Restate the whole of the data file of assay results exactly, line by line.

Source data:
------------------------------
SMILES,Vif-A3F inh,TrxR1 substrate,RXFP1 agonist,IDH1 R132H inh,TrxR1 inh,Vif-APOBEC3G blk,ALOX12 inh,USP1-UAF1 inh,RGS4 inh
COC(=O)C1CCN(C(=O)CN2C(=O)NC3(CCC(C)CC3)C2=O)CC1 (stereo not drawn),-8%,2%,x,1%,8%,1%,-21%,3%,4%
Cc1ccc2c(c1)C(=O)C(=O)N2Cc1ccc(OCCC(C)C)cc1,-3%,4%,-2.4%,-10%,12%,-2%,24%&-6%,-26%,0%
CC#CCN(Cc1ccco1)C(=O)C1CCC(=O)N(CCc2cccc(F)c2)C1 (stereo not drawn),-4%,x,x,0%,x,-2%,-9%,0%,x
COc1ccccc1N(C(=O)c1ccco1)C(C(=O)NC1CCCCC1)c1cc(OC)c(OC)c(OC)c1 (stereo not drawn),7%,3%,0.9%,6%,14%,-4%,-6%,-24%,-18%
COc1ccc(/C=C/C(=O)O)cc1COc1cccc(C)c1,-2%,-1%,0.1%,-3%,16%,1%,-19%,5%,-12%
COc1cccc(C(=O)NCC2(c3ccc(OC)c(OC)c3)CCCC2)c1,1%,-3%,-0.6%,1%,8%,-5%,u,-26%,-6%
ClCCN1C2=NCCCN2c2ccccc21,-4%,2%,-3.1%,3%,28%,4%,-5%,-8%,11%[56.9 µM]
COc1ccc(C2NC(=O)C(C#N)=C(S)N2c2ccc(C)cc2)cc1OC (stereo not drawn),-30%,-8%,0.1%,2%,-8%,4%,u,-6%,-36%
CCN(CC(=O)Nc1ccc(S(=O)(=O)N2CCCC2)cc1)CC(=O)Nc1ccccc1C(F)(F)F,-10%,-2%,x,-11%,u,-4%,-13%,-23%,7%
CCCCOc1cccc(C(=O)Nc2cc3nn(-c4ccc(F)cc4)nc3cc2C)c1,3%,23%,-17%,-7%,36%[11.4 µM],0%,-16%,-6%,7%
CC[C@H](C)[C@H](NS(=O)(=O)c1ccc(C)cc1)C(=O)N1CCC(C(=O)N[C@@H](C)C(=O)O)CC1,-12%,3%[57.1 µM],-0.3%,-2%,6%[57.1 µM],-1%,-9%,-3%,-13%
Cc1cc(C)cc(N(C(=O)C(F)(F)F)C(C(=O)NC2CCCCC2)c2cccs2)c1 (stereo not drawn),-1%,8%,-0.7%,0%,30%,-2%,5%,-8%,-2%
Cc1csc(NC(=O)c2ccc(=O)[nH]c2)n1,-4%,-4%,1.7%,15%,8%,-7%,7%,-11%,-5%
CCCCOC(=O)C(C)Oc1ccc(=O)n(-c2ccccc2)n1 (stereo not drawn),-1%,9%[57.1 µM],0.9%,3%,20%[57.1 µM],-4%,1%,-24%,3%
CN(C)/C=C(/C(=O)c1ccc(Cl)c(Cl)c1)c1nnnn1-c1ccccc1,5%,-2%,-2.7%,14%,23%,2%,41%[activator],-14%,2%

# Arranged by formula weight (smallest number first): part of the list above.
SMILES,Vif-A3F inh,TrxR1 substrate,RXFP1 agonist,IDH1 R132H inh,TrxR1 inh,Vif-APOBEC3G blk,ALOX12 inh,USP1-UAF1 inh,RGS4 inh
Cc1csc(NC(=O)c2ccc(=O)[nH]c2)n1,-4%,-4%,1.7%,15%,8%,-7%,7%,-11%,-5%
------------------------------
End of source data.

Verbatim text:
SMILES,Vif-A3F inh,TrxR1 substrate,RXFP1 agonist,IDH1 R132H inh,TrxR1 inh,Vif-APOBEC3G blk,ALOX12 inh,USP1-UAF1 inh,RGS4 inh
COC(=O)C1CCN(C(=O)CN2C(=O)NC3(CCC(C)CC3)C2=O)CC1 (stereo not drawn),-8%,2%,x,1%,8%,1%,-21%,3%,4%
Cc1ccc2c(c1)C(=O)C(=O)N2Cc1ccc(OCCC(C)C)cc1,-3%,4%,-2.4%,-10%,12%,-2%,24%&-6%,-26%,0%
CC#CCN(Cc1ccco1)C(=O)C1CCC(=O)N(CCc2cccc(F)c2)C1 (stereo not drawn),-4%,x,x,0%,x,-2%,-9%,0%,x
COc1ccccc1N(C(=O)c1ccco1)C(C(=O)NC1CCCCC1)c1cc(OC)c(OC)c(OC)c1 (stereo not drawn),7%,3%,0.9%,6%,14%,-4%,-6%,-24%,-18%
COc1ccc(/C=C/C(=O)O)cc1COc1cccc(C)c1,-2%,-1%,0.1%,-3%,16%,1%,-19%,5%,-12%
COc1cccc(C(=O)NCC2(c3ccc(OC)c(OC)c3)CCCC2)c1,1%,-3%,-0.6%,1%,8%,-5%,u,-26%,-6%
ClCCN1C2=NCCCN2c2ccccc21,-4%,2%,-3.1%,3%,28%,4%,-5%,-8%,11%[56.9 µM]
COc1ccc(C2NC(=O)C(C#N)=C(S)N2c2ccc(C)cc2)cc1OC (stereo not drawn),-30%,-8%,0.1%,2%,-8%,4%,u,-6%,-36%
CCN(CC(=O)Nc1ccc(S(=O)(=O)N2CCCC2)cc1)CC(=O)Nc1ccccc1C(F)(F)F,-10%,-2%,x,-11%,u,-4%,-13%,-23%,7%
CCCCOc1cccc(C(=O)Nc2cc3nn(-c4ccc(F)cc4)nc3cc2C)c1,3%,23%,-17%,-7%,36%[11.4 µM],0%,-16%,-6%,7%
CC[C@H](C)[C@H](NS(=O)(=O)c1ccc(C)cc1)C(=O)N1CCC(C(=O)N[C@@H](C)C(=O)O)CC1,-12%,3%[57.1 µM],-0.3%,-2%,6%[57.1 µM],-1%,-9%,-3%,-13%
Cc1cc(C)cc(N(C(=O)C(F)(F)F)C(C(=O)NC2CCCCC2)c2cccs2)c1 (stereo not drawn),-1%,8%,-0.7%,0%,30%,-2%,5%,-8%,-2%
Cc1csc(NC(=O)c2ccc(=O)[nH]c2)n1,-4%,-4%,1.7%,15%,8%,-7%,7%,-11%,-5%
CCCCOC(=O)C(C)Oc1ccc(=O)n(-c2ccccc2)n1 (stereo not drawn),-1%,9%[57.1 µM],0.9%,3%,20%[57.1 µM],-4%,1%,-24%,3%
CN(C)/C=C(/C(=O)c1ccc(Cl)c(Cl)c1)c1nnnn1-c1ccccc1,5%,-2%,-2.7%,14%,23%,2%,41%[activator],-14%,2%

# Arranged by formula weight (smallest number first): part of the list above.
SMILES,Vif-A3F inh,TrxR1 substrate,RXFP1 agonist,IDH1 R132H inh,TrxR1 inh,Vif-APOBEC3G blk,ALOX12 inh,USP1-UAF1 inh,RGS4 inh
Cc1csc(NC(=O)c2ccc(=O)[nH]c2)n1,-4%,-4%,1.7%,15%,8%,-7%,7%,-11%,-5%